Bhamini Lakshminarayan | M2015MC013 Media Studies
20th August, 2015
Capturing an Established Base: The Facist State, Propaganda, and the Media
Badgikian (2000) traces the development of the monopolistic nature of the newspaper press in the United States of America, arguing that the very nature and structure of this media has changed in the advent of mass advertising. Formerly radical or liberal newspapers genericise their content and their base once they are established, attempting to capitalise on the advertisement campaigns of large corporations, who, in turn, attempt to capture the established bases of these papers. He seems to assume an undiscerning, passive audience, in line with Adorno’s (1975) conception of mass theory, that consumes the content that is distributed to them.
McDowell (1997) reconstructs the evolution of television broadcasting in India, from the era of state- run broadcasting to the neo-liberal framework adopted in the early 90s. In this, he locates the Indian media within the nexus of national and international capital flows, and reflects upon the policy decisions made in this context. What is of particular relevance in today’s Indian state, I argue, is a particular argument – whose identity and ideals are embodied in the content developed and disseminated as a result of these flows?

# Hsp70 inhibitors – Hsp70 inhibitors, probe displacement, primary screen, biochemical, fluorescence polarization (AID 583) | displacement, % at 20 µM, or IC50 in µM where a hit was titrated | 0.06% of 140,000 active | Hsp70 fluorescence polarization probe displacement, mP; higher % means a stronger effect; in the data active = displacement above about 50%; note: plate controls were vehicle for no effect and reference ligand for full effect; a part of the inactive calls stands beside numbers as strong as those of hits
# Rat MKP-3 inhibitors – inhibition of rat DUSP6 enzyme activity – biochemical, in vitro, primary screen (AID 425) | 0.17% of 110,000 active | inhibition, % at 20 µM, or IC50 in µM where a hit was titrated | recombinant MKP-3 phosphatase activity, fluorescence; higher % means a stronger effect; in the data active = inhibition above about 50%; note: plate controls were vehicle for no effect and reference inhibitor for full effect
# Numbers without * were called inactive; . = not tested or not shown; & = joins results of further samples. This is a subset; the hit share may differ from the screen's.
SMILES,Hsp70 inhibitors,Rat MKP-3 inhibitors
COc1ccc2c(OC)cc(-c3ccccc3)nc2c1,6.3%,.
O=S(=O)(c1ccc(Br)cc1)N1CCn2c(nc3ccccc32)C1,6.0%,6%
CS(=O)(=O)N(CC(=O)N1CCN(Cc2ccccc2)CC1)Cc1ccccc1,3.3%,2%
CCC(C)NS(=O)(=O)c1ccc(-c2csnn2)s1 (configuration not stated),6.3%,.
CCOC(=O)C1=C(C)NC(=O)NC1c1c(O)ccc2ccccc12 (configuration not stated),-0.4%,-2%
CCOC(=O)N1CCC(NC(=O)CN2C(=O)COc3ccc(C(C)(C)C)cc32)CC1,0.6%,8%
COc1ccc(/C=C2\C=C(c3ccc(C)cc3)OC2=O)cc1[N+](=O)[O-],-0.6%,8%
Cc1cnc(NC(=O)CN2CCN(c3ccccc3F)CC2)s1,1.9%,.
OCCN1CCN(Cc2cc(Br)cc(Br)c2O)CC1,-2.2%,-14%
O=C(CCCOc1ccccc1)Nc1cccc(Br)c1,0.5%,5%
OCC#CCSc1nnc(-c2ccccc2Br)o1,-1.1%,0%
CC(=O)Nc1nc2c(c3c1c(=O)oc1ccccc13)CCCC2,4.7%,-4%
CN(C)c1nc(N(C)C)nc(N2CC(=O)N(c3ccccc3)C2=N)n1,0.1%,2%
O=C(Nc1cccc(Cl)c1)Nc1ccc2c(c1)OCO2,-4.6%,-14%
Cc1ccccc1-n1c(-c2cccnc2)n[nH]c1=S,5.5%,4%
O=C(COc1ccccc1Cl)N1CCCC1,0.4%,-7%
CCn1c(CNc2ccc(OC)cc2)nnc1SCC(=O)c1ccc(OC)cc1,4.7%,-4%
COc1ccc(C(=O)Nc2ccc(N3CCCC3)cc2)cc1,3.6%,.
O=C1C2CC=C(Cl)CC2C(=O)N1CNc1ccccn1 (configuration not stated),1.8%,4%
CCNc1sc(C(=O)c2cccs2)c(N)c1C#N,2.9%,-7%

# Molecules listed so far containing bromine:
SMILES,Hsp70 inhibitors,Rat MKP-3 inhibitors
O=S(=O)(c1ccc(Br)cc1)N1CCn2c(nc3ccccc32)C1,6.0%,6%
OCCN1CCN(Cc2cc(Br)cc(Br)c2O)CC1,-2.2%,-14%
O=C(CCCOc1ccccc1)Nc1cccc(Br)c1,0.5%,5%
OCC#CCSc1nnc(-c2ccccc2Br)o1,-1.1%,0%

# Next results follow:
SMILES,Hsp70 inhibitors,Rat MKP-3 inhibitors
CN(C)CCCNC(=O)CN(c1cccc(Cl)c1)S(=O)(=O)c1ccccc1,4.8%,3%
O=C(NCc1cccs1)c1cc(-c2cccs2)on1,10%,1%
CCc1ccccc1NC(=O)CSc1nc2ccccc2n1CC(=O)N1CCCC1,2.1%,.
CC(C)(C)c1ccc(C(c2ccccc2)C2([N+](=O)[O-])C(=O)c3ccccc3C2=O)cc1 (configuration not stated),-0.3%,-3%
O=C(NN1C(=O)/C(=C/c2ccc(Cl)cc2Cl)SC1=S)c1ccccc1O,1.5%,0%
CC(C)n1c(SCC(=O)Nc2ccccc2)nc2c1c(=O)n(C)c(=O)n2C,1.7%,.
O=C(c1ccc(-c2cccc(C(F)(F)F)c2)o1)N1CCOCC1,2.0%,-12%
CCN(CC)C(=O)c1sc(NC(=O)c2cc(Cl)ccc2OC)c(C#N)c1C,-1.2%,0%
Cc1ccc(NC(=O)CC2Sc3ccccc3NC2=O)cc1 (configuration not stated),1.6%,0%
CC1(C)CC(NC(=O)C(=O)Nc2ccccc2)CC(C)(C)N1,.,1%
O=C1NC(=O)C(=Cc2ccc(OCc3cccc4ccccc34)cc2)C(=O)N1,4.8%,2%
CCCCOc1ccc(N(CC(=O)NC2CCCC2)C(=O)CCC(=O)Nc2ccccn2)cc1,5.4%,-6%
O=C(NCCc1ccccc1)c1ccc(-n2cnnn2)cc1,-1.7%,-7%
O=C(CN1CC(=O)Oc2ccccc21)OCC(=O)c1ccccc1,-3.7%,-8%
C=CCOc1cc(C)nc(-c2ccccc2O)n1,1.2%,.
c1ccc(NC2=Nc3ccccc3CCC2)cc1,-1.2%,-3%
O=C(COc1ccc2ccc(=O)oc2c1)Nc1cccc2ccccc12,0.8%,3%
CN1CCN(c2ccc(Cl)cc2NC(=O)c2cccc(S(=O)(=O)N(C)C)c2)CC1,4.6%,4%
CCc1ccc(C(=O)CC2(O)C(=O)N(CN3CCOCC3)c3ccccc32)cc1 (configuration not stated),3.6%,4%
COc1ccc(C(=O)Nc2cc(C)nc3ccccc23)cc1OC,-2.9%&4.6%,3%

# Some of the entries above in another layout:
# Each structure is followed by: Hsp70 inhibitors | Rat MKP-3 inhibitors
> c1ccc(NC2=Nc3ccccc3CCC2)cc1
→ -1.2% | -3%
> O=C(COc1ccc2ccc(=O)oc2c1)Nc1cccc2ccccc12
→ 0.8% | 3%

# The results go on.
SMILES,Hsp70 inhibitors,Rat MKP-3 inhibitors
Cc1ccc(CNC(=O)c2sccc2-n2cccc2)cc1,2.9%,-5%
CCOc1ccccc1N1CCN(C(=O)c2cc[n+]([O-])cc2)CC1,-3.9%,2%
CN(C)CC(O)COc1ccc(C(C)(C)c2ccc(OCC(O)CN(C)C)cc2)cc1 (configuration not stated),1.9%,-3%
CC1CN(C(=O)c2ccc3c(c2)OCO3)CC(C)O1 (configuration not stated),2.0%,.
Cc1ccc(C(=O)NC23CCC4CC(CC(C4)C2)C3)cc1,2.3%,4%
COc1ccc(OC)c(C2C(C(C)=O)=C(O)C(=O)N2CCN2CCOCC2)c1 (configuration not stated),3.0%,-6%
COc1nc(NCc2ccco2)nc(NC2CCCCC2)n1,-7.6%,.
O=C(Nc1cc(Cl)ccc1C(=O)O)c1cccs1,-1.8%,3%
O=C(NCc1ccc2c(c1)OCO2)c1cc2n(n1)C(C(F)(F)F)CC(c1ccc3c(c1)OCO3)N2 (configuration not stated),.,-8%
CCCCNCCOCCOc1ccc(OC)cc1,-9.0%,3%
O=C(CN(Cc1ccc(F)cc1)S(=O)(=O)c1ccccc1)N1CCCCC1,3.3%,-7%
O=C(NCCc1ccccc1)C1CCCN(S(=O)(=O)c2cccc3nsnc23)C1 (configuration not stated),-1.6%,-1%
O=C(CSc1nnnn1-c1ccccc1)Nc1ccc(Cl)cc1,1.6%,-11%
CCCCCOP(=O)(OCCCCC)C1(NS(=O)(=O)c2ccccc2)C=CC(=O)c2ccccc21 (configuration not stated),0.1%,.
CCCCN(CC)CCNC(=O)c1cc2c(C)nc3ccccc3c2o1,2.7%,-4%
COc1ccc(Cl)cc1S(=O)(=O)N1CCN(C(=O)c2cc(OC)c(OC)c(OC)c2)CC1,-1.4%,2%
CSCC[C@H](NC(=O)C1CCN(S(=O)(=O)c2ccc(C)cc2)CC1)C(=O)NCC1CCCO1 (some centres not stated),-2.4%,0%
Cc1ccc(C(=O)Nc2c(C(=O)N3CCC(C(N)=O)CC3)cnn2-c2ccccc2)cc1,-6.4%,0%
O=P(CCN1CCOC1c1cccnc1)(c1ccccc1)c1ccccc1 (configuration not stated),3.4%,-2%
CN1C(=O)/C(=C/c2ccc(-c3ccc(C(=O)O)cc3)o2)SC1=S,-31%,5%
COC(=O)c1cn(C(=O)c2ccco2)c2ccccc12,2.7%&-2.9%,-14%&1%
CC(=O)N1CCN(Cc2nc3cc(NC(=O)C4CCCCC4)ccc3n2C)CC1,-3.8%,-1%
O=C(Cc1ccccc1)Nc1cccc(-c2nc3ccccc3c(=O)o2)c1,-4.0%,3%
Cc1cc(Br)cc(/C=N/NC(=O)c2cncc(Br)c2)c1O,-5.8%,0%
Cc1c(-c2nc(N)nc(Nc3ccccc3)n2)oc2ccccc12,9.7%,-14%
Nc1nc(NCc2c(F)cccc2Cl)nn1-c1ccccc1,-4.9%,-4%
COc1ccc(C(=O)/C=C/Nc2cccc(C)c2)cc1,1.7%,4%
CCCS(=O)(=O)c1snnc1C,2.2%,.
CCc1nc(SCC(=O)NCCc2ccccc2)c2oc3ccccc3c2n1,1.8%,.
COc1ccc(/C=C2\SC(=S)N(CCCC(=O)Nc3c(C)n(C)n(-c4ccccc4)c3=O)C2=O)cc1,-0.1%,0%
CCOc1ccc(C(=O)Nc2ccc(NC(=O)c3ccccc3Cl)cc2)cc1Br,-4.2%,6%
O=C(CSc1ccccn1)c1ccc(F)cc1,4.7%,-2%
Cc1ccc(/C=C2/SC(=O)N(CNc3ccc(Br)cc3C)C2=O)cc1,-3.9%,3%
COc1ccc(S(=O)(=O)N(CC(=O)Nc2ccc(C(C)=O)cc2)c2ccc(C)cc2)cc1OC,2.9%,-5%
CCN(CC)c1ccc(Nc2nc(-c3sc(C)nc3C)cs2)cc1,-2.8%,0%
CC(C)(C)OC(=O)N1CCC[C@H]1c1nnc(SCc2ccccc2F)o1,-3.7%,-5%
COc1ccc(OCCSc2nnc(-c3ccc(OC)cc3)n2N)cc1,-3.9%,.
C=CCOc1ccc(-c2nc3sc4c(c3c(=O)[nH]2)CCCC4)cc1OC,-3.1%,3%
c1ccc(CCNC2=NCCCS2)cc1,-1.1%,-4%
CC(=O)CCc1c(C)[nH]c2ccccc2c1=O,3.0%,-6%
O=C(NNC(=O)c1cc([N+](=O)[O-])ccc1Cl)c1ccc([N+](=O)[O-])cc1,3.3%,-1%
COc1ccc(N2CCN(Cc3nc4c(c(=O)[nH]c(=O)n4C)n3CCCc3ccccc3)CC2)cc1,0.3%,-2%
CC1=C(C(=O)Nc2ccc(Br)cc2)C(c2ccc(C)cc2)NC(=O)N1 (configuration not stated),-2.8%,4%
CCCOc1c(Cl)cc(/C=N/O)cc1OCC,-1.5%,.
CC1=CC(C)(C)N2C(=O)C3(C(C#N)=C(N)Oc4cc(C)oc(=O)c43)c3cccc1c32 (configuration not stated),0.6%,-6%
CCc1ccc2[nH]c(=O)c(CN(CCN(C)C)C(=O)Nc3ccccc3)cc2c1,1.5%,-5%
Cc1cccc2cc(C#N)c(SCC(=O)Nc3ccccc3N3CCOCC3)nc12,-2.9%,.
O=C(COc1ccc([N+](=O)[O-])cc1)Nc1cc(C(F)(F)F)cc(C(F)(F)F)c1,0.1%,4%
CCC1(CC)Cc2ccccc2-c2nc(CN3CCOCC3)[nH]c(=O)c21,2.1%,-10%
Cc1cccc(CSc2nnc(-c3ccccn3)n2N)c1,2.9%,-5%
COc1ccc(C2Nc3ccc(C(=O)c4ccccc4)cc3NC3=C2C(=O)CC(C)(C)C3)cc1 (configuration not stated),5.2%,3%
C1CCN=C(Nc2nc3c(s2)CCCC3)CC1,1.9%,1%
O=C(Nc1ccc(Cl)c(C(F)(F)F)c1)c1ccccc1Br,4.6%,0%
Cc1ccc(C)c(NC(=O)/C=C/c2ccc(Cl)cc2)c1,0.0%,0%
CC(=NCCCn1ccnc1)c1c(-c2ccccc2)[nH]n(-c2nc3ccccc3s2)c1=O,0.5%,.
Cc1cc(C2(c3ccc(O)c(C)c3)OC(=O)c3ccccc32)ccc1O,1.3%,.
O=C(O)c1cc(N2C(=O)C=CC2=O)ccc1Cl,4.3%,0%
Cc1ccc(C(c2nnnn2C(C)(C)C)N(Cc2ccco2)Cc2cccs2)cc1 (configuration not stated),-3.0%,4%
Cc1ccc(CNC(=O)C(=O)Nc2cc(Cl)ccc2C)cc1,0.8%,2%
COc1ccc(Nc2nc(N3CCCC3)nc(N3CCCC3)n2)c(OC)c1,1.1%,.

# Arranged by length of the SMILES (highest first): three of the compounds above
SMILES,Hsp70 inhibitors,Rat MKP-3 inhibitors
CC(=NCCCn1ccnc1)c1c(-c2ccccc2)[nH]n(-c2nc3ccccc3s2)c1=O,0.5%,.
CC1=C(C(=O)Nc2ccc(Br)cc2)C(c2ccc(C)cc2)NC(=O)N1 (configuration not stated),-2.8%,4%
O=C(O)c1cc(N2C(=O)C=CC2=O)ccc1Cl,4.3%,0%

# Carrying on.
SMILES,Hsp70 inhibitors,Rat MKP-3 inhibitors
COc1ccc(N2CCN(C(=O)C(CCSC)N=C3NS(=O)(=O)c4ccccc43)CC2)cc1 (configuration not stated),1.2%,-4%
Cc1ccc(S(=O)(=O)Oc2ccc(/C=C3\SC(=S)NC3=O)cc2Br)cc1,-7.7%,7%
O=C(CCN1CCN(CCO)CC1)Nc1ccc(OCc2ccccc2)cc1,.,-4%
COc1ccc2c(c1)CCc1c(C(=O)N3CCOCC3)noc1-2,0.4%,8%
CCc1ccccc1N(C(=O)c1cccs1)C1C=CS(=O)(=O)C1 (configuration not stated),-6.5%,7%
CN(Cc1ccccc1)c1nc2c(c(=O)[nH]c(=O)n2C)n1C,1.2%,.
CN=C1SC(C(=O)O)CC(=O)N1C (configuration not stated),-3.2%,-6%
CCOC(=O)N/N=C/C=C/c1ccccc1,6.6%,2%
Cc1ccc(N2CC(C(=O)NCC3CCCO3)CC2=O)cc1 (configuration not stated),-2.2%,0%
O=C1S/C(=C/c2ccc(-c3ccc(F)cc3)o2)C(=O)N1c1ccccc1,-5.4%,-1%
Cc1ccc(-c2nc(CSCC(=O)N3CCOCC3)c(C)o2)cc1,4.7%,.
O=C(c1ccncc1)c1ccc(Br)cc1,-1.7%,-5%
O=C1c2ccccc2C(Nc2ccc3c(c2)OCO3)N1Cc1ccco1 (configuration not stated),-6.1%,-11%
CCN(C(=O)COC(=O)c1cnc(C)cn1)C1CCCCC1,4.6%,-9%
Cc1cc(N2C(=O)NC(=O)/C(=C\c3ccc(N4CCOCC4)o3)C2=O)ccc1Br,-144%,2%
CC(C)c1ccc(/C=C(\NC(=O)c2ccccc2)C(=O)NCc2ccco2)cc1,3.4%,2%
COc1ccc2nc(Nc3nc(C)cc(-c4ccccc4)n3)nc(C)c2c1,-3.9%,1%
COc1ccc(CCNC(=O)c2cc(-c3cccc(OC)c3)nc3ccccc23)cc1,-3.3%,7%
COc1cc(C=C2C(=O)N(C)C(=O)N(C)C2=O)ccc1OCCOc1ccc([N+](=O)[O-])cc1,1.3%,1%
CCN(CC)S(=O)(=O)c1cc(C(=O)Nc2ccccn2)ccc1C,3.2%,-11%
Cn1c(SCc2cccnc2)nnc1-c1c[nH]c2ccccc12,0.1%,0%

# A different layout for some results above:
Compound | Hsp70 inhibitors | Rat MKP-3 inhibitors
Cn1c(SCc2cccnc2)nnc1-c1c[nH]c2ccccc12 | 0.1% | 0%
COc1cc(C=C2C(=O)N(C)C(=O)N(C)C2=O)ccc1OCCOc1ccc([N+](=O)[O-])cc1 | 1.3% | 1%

Drawing on McChesney and Schiller’s (2002) argument that the free press is a myth,
Fernandes’ (2000) and Struabhaar’s (2003) arguments of the rising middle class and their particular affinity to culturally proximate content and its consequent glocalisation, Fejes’ (1981) theory of media imperialism, Sainath’s (1999) argument of a shrinking space for public discourse and dissent, and Chomsky’s (1988) propaganda model, I attempt to locate the “free” Indian media industry within the contentious space of the regulation and proporgation of a particular hegemonic discourse espoused by the state, which attempts to capture non-conformist audiences through an attempted monopolisation of the style and nature of the content distrubted within the nation state such that it reflects a certain identity and ideal of an Indian “nation” and “culture.”